I´ve been in Havana  now for 10 days. I´ve made at least one visit to Cuba every year over the past 16 years, but this is my first total immersion in the capital city in three years. My feet are killing me! In fact, I had to take today off (my first rest day) as I´ve walked blisters onto my feet researching the new edition of Moon Cuba.
It´s remarkable how little Havana has changed in three years. The evolution of new tourist product has slowed considerably, as has the restoration of Habana Vieja  (Old Havana). Only two new hotels have opened in the past three years. But at least two others are in the works. Stay tuned for additional posts on these. Cuba needs to pick up the pace considerably in the event that U.S. restrictions to travel to Cuba are lifted, not least because most of the several hundred houses that are licensed to operate as room rentals are also full.
The transport system, however, has improved considerably. Tourists can now hop aboard the Havanaturbus (see my earlier blog post ) for an open-air sightseeing tour of Havana. And the crude makeshift camellos (camels), or jerry-rigged truck-pulled buses, that were both a joke and a blight have been replaced by an efficient network of articulated modern buses from China.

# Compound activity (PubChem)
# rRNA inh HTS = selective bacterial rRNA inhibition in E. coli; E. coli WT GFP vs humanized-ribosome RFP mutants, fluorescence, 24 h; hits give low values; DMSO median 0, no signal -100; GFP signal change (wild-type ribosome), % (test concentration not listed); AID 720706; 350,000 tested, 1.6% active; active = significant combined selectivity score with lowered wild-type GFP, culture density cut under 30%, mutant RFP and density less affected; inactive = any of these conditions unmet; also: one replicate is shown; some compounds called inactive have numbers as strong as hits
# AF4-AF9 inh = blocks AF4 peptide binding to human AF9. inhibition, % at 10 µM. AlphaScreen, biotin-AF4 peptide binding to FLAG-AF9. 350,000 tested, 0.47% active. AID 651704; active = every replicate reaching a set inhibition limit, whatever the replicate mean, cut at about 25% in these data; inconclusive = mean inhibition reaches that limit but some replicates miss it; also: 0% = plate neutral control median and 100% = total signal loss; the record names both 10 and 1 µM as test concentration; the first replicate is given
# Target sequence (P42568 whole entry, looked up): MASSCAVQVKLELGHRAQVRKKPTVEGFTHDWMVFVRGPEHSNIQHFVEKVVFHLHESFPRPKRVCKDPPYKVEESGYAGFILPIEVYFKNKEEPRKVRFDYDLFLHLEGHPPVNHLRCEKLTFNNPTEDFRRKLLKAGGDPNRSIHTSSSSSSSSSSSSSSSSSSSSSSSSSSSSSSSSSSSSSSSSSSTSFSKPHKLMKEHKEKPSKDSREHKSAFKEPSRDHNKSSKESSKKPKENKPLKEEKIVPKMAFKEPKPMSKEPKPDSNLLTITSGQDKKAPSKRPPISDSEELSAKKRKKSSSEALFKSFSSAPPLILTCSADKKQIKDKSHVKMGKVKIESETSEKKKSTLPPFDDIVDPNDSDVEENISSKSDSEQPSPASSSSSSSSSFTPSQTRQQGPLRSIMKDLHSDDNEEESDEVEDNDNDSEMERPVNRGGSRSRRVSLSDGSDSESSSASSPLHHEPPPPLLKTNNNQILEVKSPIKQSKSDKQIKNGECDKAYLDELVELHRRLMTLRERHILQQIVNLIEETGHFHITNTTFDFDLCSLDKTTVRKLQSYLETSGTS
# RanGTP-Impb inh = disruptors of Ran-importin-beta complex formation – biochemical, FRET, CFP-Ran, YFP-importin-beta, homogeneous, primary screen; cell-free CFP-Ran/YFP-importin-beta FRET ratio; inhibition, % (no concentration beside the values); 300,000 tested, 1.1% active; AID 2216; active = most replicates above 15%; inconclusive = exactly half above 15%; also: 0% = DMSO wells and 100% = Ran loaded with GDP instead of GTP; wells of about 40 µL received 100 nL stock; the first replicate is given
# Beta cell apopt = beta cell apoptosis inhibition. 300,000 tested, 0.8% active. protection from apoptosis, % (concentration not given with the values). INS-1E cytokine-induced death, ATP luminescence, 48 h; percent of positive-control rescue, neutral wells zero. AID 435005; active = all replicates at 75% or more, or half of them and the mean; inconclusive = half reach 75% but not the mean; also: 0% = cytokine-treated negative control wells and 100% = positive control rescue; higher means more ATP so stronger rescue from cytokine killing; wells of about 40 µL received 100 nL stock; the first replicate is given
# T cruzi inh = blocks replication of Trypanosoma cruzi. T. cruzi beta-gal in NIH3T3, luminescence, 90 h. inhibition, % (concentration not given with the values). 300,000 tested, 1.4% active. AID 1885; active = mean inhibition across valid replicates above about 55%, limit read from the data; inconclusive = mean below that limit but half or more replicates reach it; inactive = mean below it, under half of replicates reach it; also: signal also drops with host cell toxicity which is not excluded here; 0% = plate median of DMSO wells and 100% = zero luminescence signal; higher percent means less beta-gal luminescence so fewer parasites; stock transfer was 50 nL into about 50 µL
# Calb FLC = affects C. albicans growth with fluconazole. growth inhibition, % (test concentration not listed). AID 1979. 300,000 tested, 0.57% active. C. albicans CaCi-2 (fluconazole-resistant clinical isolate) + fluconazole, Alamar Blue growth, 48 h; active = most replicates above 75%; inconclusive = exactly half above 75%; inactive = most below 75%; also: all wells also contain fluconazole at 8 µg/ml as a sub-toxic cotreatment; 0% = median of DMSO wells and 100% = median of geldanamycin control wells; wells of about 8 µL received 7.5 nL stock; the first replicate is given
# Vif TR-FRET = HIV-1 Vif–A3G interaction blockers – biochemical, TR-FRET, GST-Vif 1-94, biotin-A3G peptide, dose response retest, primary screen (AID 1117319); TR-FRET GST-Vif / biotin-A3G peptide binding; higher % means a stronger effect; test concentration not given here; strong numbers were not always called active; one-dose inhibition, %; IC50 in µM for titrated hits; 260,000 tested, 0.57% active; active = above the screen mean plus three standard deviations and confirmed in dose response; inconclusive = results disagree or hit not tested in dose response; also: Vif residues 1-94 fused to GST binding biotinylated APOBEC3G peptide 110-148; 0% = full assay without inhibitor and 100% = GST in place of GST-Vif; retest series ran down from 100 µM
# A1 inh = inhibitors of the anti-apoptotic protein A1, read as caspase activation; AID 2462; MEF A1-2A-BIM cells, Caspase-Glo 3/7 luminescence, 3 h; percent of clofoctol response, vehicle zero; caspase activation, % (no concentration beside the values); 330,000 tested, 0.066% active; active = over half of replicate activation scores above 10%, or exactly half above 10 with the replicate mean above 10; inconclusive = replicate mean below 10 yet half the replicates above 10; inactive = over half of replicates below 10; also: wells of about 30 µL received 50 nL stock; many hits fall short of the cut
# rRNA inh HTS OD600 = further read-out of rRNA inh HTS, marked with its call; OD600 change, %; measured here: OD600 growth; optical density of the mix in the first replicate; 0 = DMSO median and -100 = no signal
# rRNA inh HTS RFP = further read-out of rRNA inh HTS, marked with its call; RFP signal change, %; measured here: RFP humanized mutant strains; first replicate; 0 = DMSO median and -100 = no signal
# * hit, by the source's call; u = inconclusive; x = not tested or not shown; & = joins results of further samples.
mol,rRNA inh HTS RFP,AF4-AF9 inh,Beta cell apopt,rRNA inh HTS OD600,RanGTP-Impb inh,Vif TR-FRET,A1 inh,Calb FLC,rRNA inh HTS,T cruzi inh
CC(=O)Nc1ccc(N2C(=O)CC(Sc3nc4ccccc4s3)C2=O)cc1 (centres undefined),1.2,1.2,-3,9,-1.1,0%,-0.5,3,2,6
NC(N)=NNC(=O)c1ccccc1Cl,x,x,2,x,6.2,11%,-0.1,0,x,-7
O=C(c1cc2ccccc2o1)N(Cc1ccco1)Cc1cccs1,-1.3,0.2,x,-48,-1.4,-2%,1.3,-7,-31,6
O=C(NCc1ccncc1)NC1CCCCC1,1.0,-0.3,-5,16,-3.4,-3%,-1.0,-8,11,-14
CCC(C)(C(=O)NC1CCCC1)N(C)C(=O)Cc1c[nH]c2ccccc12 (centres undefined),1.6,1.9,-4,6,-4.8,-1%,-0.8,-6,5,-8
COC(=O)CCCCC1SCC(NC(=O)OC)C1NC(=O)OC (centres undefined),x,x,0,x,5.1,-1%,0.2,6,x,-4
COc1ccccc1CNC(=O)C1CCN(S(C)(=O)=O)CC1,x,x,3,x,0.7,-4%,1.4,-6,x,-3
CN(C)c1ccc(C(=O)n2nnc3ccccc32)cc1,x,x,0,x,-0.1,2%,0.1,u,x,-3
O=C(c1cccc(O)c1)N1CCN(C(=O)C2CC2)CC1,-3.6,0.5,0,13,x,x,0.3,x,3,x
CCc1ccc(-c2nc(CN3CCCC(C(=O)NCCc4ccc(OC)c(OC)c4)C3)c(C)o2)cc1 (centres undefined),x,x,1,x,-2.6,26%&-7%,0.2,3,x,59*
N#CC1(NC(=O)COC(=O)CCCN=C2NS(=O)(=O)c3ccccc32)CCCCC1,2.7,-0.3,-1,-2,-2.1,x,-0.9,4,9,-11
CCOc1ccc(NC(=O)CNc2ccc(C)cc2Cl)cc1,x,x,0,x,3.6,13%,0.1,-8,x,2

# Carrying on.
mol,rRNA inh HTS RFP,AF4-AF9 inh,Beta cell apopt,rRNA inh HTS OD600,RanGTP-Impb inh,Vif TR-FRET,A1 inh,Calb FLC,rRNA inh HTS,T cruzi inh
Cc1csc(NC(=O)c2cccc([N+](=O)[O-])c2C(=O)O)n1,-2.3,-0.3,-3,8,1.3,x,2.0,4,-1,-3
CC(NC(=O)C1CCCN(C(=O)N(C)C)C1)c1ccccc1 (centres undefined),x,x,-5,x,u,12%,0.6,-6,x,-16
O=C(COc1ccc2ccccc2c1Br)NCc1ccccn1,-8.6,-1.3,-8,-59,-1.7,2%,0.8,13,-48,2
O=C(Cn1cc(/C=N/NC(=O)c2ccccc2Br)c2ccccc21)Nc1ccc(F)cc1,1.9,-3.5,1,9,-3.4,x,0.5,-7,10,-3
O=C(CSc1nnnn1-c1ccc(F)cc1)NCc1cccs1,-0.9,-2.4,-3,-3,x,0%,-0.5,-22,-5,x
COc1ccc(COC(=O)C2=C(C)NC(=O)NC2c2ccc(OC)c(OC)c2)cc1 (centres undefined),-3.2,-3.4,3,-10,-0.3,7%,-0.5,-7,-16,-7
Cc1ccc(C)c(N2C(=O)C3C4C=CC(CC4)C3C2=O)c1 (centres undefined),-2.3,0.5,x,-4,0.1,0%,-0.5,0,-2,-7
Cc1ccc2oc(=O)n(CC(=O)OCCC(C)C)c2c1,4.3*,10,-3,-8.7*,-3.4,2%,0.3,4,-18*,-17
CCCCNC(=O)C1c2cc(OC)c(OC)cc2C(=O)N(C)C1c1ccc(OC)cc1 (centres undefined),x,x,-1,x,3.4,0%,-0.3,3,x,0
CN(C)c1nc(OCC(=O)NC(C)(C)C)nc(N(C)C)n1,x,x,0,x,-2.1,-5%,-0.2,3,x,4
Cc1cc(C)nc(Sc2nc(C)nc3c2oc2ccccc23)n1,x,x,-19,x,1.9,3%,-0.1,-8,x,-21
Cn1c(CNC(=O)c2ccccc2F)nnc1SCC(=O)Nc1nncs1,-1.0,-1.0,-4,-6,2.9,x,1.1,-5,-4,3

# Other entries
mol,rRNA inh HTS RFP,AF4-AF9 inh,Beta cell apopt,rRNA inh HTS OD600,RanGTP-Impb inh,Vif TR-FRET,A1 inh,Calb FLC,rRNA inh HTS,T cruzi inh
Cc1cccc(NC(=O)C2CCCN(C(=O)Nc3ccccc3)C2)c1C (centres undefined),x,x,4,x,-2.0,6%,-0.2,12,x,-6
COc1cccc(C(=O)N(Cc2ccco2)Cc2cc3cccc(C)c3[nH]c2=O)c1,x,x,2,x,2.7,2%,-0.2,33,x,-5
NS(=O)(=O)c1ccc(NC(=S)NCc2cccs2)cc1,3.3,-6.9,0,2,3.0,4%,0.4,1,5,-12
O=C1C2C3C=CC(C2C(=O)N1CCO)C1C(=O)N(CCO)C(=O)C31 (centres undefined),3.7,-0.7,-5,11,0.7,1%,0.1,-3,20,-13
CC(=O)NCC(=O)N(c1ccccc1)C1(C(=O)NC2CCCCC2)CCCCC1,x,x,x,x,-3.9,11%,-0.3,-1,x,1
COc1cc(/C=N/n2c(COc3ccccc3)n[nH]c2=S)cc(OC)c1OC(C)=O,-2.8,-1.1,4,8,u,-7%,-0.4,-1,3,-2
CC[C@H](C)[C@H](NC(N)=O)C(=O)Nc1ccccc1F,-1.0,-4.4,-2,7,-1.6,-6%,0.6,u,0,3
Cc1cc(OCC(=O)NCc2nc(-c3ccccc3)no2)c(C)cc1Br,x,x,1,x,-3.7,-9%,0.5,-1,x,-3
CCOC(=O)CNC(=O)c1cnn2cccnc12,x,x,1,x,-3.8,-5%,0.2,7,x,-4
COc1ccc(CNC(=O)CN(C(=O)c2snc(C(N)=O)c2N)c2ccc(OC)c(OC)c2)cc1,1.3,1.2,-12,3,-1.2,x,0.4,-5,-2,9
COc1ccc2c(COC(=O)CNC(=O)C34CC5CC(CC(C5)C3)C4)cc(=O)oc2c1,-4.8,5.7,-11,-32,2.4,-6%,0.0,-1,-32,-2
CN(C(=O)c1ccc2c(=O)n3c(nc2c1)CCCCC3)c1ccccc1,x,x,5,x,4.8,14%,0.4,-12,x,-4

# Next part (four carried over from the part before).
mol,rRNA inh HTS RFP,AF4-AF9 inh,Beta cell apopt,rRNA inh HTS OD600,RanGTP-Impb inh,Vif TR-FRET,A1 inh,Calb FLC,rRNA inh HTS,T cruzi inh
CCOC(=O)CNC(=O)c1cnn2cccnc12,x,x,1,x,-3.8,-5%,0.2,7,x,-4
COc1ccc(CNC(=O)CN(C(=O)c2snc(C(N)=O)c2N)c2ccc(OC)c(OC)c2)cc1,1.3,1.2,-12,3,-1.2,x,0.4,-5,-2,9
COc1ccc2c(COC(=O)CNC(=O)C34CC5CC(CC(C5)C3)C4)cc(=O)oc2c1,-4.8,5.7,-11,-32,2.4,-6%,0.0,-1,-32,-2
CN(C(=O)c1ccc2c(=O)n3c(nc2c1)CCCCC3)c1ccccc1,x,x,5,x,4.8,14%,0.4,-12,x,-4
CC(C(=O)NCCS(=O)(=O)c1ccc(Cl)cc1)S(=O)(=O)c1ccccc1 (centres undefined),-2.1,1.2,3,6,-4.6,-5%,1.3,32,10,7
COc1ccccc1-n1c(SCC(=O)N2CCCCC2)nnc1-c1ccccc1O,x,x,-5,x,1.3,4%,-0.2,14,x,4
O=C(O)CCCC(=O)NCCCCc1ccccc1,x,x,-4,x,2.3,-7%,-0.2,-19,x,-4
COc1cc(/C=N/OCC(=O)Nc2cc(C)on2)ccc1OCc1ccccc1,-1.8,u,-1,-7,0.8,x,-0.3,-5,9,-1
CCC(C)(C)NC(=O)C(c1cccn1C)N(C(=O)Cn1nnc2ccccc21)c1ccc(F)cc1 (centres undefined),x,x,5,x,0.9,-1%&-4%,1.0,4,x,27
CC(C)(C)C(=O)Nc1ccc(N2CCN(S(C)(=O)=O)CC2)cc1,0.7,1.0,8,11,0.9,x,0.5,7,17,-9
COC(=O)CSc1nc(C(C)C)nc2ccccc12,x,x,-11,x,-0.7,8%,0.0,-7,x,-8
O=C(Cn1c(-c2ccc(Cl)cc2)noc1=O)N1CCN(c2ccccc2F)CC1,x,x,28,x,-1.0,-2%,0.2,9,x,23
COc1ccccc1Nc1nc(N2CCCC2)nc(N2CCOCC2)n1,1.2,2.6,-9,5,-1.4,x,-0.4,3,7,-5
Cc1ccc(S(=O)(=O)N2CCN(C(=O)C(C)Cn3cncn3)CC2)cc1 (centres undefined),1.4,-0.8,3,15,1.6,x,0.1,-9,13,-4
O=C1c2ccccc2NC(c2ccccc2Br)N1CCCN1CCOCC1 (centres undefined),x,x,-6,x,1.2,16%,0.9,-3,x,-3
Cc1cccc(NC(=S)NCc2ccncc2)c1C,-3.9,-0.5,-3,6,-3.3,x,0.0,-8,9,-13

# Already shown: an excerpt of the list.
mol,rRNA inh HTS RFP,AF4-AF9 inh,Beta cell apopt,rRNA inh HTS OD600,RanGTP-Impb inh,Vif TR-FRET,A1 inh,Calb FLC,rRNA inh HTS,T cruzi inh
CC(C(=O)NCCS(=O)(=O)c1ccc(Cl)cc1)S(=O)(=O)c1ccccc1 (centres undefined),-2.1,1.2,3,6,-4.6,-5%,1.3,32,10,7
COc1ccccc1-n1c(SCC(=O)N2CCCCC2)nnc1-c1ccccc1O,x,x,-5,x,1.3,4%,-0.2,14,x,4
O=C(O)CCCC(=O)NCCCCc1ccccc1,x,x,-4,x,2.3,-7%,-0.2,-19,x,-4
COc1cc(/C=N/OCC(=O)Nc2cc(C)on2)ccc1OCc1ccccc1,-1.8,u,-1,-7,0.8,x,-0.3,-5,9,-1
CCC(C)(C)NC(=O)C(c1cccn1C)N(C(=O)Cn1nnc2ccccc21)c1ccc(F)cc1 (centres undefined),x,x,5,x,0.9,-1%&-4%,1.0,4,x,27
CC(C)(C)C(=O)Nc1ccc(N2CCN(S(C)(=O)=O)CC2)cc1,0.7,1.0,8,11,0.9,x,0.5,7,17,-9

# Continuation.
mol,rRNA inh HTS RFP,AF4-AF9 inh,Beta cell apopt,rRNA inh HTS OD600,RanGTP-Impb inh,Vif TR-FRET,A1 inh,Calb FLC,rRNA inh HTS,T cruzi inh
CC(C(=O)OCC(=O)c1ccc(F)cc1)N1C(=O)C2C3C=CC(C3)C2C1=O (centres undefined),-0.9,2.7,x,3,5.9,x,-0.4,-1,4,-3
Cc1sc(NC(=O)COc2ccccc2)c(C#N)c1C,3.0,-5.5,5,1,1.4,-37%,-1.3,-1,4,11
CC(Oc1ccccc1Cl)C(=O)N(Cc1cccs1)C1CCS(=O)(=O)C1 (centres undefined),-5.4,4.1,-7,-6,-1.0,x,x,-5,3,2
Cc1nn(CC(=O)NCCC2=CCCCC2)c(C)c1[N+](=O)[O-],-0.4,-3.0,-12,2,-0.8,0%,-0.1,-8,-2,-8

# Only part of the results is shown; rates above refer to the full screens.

A few new restaurants have opened, but thus far my dining experience has been as lackluster as ever. Gourmands will be greatly dismayed. And vegetarians will be disappointed to learn that Havana´s chain of four veggie restaurants has been closed. So too, two of the finest paladares (private restaurants), leaving barely a handle of such dining options to choose from.
Surprisingly, too, no work is being done on expanding the two existing cruise ship berths. Cuba will be caught flat-footed if cruise companies are again permitted to visit Cuba. That said, I suspect that Cuba will choose to regulate the inflow of U.S. visitors by implementing a visa system and restricted landing and berthing rights... at least until it gets its prime-time infrastructure in place.
Fortunately, the electricity blackouts that were a nightly event are now relegated to recent memory. Otherwise, life for Cubans hasn´t changed one iota. A first-timers´ walk through Havana remains an exhilarating and disheartening slap in the face.
The good news is that the city has lost none of its surreal edge, nor its phenomenal albeit disheveled beauty.